Remembering George H.W.Bush
Do you happen to know the link between George H.W. Bush , the 41-st President of the USA , who died on November 30,2018 and the ADA, an equivalent to the Civil Rights Act ? Many changes occurred in the world during his term in office , but the disability community will remember him for signing the ADA-Americans with disabilities Act in 1990. But actually G.H.W.Bush expanded rights of millions. The ADA did far more than just require places to be accessible. It finally brought disability rights into public consciousness. It is the first comprehensive list of laws specifically addressing the rights of people with disabilities. It radically challenged old, discriminatory laws, and touched almost every area of society, as transportation and employment policies were uppdated. For the first time in history, the United States government officially defined the rights of people with disabilities. It ultimately changed the way America viewed people with disabilities as a whole and it is still changing the lives of the 1 in 4 people in the U.S. who have a disability.
When Bush signed the ADA into law on July 26, 1990, he said it would “ensure that people with disabilities are given the basic guarantees for which they have worked so long and so hard: independence, freedom of choice, control of their lives, the opportunity to blend fully and equally into the rich mosaic of the American mainstream.”
The ADA is a civil rights law that prohibits discrimination against individuals with disabilities in all areas of public life. It eliminated the barriers to employment, public accommodations, transportation services, etc. The purpose of the law is to make sure that people with disabilities have the same rights and opportunities as everyone else. The ADA gives civil rights protections to individuals with disabilities similar to those provided to individuals on the basis of race, color, sex, national origin, age, and religion. The ADA is divided into five titles (or sections) that relate to different areas of public life. It has had a huge impact on every sector of our everyday lives and it is a model for international rules. Huge numbers of people with disabilities can be in community, be independent and not stuck to their homes as the ADA demands that public and private institutions, restaurants, hotels, museums and sporting venues and etc to be fully accessible to individuals with disabilities.
If you search the web, you will find a lot of examples how the ADA has changed the lives of a certain personality. Here come just few of them:
-In North Carolina, an individual with a mobility disability was denied access to a grocery store because he uses a service animal for balance. After his complaint the company changed its policy, developed procedures to allow service animals, posted them on the nationwide employee website. The company posted signage stating "Service animals welcome, no pets please" in more than 1,300 stores in 11 states.
-In Florida, a couple who is hard of hearing complained that there was not enough assistive listening devices in the cinema and those they had often did not work. The theater complex, located in an area with a large elderly population, agreed to provide more than 40 assistive listening devices and to implement a policy to ensure they function well.
-In Illinois, a person who uses a wheelchair complained that a medical center did not have accessible restrooms. The medical center modified the restrooms to be accessible and paid the complainant $2,500.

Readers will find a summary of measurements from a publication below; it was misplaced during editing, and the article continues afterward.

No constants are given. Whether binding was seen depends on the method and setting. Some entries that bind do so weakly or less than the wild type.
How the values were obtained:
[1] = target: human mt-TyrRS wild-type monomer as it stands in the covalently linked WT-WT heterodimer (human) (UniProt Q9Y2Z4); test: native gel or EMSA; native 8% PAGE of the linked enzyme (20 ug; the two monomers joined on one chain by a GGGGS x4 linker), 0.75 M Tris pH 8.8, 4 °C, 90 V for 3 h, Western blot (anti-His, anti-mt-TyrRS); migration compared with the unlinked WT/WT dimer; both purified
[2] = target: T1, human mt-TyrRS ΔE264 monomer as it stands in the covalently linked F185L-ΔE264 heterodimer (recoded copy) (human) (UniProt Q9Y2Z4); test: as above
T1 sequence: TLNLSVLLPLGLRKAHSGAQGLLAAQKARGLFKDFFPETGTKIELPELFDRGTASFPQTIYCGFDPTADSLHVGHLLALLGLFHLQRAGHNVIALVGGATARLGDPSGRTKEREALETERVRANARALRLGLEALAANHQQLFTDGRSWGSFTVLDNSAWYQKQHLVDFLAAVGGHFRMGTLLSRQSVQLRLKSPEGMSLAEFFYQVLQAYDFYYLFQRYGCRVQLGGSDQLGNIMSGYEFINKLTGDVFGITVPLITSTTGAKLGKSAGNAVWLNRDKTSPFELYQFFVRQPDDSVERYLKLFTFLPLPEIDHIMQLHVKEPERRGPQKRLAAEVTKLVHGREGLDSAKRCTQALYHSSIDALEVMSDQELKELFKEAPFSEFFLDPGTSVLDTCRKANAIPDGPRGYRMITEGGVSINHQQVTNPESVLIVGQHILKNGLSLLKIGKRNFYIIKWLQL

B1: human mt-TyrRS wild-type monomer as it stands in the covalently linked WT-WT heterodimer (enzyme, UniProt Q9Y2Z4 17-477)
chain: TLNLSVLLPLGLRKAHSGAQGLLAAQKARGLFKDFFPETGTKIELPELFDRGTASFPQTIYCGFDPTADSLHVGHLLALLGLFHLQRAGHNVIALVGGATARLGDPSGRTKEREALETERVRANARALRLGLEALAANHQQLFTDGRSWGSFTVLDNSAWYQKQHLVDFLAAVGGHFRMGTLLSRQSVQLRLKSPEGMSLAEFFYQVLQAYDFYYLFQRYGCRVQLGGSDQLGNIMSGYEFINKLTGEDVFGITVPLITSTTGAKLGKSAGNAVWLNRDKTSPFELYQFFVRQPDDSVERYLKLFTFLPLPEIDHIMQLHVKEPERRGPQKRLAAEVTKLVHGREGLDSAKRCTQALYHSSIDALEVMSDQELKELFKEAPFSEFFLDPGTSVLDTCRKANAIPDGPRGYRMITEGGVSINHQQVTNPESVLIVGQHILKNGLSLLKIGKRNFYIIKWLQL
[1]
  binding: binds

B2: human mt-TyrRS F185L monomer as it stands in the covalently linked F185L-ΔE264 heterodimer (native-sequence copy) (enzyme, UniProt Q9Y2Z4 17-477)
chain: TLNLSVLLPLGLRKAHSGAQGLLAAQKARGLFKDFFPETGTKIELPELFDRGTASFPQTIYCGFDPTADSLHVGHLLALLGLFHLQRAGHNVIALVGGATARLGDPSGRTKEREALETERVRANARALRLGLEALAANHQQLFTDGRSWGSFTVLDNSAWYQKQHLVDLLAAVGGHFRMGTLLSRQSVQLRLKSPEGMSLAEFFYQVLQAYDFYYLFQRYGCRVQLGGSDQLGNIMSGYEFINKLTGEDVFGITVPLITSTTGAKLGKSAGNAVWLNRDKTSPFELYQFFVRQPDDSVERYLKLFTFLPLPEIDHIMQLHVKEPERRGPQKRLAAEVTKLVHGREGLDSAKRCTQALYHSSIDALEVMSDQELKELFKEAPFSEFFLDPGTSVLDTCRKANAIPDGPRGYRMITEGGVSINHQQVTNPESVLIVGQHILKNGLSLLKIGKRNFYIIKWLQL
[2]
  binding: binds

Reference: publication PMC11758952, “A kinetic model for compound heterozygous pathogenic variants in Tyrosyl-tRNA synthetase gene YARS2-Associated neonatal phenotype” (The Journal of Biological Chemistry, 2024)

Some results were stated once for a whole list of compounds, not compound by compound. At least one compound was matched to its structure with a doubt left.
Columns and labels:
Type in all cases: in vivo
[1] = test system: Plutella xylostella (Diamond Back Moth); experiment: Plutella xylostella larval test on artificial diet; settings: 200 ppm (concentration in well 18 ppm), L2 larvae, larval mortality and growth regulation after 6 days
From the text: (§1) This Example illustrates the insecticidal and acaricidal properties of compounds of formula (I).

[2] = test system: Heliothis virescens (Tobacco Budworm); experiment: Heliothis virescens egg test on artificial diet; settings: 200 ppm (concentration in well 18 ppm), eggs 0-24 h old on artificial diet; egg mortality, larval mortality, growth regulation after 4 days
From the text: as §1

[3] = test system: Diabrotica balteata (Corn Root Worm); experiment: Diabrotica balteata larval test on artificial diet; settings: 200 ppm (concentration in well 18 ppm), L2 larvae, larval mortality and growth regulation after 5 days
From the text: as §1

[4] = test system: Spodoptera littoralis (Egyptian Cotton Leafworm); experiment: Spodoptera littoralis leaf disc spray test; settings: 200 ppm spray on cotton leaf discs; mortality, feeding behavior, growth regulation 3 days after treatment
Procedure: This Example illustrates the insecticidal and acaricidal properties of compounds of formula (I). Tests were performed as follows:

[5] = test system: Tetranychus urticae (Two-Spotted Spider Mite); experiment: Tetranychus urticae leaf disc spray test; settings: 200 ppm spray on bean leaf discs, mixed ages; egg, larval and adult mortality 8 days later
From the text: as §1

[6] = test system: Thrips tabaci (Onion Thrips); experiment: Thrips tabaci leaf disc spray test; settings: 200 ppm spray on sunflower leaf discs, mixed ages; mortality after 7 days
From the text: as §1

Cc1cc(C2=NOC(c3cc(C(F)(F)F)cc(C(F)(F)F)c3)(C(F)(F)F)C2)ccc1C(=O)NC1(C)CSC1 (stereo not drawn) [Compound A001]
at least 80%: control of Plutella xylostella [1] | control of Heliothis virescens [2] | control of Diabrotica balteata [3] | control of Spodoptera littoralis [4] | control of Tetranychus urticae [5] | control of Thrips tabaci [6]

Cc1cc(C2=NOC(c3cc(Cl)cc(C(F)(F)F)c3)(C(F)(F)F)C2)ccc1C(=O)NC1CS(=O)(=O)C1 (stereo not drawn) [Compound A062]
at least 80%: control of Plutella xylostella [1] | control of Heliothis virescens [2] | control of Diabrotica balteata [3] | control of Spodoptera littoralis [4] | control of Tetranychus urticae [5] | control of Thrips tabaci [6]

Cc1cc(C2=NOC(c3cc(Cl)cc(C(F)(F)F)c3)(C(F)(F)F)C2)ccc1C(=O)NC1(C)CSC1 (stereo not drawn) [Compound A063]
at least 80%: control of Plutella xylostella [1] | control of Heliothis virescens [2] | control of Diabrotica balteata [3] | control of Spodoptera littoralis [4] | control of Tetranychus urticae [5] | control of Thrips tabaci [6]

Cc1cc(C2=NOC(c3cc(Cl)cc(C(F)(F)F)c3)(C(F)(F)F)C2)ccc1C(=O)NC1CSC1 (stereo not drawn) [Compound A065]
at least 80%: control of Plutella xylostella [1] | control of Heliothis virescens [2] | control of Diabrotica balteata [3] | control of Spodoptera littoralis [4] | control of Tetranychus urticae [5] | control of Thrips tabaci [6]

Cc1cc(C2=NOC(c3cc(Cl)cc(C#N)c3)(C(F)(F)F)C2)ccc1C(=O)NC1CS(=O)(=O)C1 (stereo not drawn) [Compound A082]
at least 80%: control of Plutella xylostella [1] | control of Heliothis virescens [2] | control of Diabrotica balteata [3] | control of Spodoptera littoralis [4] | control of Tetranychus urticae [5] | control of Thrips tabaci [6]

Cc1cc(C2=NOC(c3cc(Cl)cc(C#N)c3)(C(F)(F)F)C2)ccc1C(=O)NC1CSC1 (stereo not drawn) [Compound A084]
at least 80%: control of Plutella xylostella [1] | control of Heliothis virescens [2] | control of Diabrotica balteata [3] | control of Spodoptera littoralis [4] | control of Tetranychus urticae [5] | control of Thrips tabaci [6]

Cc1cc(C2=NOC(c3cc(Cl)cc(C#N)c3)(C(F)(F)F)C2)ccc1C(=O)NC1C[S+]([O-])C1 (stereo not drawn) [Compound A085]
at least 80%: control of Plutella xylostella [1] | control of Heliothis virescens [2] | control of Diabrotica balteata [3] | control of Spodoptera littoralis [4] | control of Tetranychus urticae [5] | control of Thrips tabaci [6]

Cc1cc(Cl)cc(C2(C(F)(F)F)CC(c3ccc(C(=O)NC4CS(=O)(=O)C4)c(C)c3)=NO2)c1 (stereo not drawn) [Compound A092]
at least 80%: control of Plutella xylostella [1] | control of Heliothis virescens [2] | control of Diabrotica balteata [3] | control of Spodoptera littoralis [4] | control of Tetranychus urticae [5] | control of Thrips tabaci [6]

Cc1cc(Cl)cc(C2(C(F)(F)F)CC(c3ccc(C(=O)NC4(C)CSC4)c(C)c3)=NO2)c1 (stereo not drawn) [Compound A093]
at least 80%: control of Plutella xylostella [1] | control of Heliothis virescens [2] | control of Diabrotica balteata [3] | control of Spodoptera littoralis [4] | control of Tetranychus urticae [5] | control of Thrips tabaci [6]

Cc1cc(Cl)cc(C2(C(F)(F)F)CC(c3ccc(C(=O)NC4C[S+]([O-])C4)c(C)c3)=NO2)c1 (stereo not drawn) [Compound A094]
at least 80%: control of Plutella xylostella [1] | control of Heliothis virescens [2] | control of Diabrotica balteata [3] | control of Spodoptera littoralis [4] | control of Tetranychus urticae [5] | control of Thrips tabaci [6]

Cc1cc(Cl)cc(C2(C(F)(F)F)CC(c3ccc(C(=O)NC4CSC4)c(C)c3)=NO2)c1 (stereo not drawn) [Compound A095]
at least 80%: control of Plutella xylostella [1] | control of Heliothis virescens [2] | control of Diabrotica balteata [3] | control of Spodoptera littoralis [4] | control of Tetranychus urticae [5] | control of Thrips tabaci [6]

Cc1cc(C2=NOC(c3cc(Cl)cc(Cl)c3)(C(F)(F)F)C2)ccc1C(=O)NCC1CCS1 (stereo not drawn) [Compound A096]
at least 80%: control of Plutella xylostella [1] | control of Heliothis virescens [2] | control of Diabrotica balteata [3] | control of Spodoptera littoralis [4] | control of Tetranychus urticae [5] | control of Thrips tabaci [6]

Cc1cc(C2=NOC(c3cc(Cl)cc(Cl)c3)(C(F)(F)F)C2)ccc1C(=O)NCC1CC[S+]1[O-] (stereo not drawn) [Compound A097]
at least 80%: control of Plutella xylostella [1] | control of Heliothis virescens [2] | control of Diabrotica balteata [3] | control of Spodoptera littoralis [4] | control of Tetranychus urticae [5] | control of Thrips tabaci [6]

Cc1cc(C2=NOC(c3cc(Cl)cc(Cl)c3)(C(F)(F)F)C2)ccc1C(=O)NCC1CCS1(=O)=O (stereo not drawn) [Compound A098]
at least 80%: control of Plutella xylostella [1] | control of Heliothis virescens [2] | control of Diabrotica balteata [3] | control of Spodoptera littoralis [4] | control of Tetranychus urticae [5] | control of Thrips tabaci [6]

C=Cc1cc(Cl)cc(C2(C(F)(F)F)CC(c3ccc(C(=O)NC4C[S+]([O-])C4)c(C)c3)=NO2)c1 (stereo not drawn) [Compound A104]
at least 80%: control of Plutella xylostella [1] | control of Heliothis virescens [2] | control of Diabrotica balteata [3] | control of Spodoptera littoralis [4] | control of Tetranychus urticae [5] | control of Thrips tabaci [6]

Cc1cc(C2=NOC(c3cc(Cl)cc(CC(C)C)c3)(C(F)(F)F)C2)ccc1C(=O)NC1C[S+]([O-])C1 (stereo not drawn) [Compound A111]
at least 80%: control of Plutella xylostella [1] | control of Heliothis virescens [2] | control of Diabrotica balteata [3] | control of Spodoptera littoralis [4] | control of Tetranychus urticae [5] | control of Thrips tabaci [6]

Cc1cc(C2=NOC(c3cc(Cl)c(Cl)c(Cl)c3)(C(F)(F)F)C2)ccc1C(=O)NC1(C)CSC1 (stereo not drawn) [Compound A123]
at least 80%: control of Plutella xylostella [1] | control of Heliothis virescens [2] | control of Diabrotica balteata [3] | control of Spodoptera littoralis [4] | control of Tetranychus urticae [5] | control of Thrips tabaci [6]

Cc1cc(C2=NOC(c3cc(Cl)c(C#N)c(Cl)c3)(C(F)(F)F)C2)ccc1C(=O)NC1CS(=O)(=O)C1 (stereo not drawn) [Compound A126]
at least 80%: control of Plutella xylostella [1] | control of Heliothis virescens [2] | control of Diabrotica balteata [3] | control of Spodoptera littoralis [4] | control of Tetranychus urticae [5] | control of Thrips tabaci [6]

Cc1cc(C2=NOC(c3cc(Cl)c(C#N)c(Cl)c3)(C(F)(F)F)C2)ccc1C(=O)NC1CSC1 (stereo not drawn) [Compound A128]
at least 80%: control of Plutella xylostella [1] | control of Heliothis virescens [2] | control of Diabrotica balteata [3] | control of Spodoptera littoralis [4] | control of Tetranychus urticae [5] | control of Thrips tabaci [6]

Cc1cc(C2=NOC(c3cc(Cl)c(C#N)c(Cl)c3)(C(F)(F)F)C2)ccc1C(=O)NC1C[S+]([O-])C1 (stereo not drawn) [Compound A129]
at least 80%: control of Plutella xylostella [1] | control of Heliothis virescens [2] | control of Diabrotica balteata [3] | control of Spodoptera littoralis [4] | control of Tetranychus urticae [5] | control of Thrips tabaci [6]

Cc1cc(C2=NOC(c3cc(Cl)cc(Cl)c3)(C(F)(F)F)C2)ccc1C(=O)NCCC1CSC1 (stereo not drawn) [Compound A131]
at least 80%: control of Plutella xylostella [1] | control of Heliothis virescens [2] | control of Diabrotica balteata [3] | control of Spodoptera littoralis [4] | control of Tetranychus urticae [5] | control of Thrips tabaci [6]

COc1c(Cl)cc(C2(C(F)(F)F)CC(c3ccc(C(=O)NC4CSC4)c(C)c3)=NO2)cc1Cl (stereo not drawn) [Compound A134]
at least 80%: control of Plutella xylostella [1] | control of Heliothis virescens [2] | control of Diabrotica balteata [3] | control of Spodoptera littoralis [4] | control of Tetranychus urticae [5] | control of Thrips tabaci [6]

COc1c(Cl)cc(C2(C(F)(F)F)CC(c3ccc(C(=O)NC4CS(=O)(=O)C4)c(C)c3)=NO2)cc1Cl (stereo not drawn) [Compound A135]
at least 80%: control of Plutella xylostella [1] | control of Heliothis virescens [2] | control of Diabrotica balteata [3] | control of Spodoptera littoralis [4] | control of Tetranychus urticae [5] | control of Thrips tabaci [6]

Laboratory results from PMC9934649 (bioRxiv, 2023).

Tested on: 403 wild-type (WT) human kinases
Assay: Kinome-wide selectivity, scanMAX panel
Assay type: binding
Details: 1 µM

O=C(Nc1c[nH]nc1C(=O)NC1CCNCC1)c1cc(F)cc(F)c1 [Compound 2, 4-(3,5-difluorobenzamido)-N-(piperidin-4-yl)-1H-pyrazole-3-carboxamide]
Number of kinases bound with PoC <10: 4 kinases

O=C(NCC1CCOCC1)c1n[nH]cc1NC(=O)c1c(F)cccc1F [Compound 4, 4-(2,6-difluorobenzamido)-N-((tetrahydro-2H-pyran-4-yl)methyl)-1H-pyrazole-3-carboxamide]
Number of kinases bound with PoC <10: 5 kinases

When you think about the ADA law, the first image you have in mind is probably a wheelchair person. But the truth is that this legislation act has made life easier also and for people with no disability at all, meaning for all. The ADA required access to government services and public accommodations, and included a rule that public transportation be made accessible. That means adding an elevator to a major subway station, or including elevators when building new stations, or adding one when there's a substantial renovation at a station. Many underground stations have been equipped with elevators so that wheelchair users can get to platforms. As a matter of fact, many walking people or moms with children in stroller ride those elevators. It is also used willingly by elderly people, people with heavy bags or suitcases and many others. So elevators in many public places-are they gift from the nondisabled community to the disabled or visa versa ?
But the question still remains-what percentage of stations and public building are accessible? Still wheelchair accessibility has not became an issue everywhere, but in great demand. Many people don’t even call themselves as disabled-they are just a little over their 80s, or probably they can\t manage heavy luggage when travelling because of trauma. But those are the people who are being helped by the ADA, and it's a large and growing population."
Most of city centers nowadays have so-called City district, full of skyscrapers. But does it come in your mind that not so long ago the absence of a high-rise evacuation plan for people with disabilities was a norm. Meaning that there was no effective high-rise evacuation plan for anybody. You don’t have to be disabled to have a problem walking down from a 25-story skyscraper. Since the ADA has been implemented, new safety plans takes into consideration not only people with disabilities and the elderly, but also people who are injured during a disaster. Evacuation assistance can be in need by any of us.
The great thing about the ADA is that it covers almost everything and creates a society that is safe and comfortable for all. And the impact of these changes is a privilege for all of us.